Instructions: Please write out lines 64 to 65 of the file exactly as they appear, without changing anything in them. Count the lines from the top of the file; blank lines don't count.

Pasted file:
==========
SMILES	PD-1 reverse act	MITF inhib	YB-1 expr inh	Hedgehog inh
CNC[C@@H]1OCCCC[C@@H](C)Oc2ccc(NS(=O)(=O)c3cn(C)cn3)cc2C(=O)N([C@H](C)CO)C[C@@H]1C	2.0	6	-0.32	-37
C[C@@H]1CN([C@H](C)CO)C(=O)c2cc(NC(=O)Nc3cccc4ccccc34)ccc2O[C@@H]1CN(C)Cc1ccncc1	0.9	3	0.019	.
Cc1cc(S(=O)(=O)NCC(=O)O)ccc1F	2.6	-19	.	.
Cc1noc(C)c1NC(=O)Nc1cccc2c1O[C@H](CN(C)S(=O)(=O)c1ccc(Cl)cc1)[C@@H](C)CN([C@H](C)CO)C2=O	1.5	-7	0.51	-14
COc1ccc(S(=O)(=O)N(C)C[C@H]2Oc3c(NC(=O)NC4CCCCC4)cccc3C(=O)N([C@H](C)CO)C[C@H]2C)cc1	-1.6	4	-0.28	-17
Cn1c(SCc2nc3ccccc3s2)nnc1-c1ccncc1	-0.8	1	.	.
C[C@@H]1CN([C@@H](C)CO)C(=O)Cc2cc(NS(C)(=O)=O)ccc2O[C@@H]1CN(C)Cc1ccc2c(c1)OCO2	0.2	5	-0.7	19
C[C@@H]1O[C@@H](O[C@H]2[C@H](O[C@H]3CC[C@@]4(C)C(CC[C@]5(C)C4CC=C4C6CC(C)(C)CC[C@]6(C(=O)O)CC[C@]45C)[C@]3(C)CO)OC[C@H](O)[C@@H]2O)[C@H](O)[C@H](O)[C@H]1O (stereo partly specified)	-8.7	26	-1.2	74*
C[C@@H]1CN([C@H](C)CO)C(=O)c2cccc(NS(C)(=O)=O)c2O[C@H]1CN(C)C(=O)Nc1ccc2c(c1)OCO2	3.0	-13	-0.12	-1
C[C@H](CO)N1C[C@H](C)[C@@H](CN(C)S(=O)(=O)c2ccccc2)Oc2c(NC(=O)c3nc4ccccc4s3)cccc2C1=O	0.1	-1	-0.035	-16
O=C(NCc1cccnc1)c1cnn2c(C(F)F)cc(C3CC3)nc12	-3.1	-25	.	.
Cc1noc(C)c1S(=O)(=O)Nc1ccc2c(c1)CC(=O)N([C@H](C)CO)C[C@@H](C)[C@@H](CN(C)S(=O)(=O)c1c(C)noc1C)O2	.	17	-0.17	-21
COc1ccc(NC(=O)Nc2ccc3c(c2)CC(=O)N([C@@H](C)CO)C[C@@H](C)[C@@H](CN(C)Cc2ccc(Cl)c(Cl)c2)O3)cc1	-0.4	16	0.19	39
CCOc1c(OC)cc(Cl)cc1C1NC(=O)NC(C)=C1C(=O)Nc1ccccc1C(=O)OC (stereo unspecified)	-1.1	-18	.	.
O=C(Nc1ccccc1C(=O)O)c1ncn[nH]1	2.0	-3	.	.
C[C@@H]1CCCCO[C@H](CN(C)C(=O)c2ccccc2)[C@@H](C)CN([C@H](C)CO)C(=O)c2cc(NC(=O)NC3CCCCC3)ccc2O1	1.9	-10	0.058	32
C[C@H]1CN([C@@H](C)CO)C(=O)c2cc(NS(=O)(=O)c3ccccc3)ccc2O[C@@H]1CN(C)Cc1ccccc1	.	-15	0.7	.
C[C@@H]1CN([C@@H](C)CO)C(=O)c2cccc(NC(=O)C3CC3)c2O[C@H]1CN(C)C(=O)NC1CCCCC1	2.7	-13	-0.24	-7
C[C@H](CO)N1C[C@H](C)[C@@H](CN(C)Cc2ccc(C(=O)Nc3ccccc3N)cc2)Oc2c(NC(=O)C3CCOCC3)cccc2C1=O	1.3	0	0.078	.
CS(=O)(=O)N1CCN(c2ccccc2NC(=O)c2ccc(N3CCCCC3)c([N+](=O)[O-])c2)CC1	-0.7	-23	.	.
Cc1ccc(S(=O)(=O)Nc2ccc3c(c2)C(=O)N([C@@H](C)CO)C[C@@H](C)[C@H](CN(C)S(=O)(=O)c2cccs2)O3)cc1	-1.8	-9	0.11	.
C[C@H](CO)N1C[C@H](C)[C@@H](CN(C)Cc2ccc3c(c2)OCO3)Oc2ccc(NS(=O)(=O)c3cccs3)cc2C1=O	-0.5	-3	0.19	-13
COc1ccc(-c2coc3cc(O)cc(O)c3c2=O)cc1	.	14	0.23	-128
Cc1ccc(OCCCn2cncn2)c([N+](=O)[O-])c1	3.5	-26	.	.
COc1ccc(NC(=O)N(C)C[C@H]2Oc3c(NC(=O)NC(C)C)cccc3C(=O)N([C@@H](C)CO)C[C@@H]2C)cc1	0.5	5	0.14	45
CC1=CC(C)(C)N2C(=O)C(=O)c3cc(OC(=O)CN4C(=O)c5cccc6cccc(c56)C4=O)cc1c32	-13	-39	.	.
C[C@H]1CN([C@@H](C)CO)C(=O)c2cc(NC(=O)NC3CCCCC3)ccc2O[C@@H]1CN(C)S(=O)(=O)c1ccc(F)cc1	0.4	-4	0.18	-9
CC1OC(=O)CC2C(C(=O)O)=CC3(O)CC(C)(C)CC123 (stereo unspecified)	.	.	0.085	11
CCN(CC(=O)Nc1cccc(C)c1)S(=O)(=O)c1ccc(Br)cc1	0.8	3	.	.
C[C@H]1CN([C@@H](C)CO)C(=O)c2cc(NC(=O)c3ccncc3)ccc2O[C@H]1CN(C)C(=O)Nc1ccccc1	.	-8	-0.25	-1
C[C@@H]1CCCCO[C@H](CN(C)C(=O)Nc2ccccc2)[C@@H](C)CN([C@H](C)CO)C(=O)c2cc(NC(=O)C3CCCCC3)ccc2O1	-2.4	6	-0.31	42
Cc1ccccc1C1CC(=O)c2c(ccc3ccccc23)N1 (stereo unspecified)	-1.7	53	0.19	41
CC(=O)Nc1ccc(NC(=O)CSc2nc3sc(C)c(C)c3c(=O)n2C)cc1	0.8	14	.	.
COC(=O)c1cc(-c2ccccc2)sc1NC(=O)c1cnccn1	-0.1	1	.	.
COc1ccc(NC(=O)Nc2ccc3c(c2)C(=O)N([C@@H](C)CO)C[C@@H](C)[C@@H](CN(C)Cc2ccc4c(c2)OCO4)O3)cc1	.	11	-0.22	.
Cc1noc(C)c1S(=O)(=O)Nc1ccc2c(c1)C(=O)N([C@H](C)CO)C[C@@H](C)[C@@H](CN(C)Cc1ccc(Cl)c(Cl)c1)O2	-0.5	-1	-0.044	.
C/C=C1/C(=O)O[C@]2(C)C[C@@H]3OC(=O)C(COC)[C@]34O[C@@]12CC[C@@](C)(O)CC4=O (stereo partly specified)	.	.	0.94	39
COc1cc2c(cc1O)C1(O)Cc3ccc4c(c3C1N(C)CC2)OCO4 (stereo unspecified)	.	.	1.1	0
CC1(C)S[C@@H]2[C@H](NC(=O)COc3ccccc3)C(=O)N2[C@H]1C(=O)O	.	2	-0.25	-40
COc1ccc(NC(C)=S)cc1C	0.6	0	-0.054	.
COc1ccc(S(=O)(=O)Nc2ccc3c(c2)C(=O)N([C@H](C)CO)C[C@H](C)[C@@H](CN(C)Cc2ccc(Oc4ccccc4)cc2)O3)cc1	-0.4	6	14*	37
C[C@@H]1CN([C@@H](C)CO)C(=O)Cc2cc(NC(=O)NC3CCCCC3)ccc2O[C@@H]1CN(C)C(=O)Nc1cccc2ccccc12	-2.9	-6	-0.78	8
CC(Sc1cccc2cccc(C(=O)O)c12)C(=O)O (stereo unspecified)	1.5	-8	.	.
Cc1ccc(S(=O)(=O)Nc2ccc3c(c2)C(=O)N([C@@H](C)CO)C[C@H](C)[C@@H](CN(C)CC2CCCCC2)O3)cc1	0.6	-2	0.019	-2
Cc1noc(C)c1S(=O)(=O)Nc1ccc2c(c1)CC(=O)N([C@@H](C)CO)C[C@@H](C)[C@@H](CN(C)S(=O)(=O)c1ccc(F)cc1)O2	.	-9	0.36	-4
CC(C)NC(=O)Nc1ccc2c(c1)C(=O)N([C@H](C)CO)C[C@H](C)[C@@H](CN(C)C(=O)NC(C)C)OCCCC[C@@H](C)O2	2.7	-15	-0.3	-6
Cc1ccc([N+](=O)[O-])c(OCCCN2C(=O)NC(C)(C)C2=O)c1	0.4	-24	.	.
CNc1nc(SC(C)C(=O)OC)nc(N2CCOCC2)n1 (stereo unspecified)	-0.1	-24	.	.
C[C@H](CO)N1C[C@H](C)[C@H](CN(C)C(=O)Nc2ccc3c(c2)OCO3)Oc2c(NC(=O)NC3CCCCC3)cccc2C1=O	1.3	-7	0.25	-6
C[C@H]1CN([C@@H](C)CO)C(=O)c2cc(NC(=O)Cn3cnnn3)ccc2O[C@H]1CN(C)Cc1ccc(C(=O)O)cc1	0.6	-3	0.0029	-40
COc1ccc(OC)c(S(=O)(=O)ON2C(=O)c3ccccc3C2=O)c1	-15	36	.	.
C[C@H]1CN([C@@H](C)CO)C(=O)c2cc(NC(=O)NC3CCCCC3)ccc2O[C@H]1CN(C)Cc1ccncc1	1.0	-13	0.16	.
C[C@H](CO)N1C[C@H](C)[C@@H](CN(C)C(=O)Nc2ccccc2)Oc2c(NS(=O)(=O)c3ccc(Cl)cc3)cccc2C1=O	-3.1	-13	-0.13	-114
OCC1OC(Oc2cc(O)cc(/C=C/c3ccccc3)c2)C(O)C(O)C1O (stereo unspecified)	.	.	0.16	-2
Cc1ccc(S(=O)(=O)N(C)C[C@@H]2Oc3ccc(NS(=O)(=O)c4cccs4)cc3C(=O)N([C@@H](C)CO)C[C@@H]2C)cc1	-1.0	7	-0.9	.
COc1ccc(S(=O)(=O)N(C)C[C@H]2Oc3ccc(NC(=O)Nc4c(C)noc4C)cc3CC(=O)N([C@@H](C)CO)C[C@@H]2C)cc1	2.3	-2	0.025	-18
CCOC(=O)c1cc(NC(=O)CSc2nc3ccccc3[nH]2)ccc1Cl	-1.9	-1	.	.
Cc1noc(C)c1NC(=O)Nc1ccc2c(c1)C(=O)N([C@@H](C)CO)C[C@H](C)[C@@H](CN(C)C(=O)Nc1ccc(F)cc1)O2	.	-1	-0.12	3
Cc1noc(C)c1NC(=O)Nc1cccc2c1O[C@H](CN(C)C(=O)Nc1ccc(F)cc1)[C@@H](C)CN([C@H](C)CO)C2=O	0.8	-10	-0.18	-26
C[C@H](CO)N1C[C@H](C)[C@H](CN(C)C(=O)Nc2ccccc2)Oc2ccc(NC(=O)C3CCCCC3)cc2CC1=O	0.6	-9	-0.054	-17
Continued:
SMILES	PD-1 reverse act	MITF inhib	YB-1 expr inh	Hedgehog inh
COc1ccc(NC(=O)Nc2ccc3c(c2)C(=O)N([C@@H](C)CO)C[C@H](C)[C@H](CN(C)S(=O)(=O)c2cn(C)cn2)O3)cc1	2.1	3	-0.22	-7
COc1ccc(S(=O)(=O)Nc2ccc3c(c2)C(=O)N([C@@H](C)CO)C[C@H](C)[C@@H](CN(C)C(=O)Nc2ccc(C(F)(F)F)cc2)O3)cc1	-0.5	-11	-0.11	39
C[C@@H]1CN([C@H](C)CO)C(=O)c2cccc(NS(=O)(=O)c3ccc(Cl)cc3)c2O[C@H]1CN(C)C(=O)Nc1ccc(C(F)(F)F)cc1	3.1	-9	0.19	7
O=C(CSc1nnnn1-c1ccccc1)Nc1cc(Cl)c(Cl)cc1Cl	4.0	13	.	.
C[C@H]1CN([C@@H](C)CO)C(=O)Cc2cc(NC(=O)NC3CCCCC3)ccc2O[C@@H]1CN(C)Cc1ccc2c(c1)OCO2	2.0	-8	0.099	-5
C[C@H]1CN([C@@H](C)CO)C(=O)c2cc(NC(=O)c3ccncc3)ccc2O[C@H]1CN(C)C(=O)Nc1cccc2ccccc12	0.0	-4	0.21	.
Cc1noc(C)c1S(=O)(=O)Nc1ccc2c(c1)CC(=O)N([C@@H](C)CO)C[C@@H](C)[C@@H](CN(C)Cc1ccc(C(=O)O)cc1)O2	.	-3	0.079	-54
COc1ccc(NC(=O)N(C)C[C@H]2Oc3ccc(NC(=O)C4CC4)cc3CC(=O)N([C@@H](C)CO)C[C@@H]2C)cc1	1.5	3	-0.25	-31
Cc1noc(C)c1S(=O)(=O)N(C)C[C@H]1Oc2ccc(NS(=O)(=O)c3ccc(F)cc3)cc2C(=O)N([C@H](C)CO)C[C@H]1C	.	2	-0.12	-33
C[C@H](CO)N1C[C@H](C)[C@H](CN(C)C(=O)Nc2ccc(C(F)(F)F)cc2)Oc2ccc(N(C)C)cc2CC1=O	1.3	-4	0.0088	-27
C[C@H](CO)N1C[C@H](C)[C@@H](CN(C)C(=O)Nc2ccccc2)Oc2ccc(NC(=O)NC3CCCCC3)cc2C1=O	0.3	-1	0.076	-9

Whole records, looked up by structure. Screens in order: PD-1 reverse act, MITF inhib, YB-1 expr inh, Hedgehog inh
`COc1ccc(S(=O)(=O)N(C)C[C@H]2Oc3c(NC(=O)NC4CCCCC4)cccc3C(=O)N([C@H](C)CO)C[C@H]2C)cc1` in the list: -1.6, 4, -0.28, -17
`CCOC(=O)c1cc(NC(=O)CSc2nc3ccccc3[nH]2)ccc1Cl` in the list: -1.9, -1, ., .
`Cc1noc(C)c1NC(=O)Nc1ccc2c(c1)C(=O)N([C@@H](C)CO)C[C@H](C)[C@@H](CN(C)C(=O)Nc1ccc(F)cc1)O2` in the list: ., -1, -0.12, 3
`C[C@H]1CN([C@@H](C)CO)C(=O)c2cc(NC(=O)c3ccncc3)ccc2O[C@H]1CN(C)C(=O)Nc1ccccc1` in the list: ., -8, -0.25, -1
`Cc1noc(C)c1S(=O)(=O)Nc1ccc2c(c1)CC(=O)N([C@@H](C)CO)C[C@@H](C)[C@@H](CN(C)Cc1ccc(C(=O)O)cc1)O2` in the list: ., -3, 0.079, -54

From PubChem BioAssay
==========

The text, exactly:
COc1ccc(NC(=O)Nc2ccc3c(c2)C(=O)N([C@@H](C)CO)C[C@H](C)[C@H](CN(C)S(=O)(=O)c2cn(C)cn2)O3)cc1	2.1	3	-0.22	-7
COc1ccc(S(=O)(=O)Nc2ccc3c(c2)C(=O)N([C@@H](C)CO)C[C@H](C)[C@@H](CN(C)C(=O)Nc2ccc(C(F)(F)F)cc2)O3)cc1	-0.5	-11	-0.11	39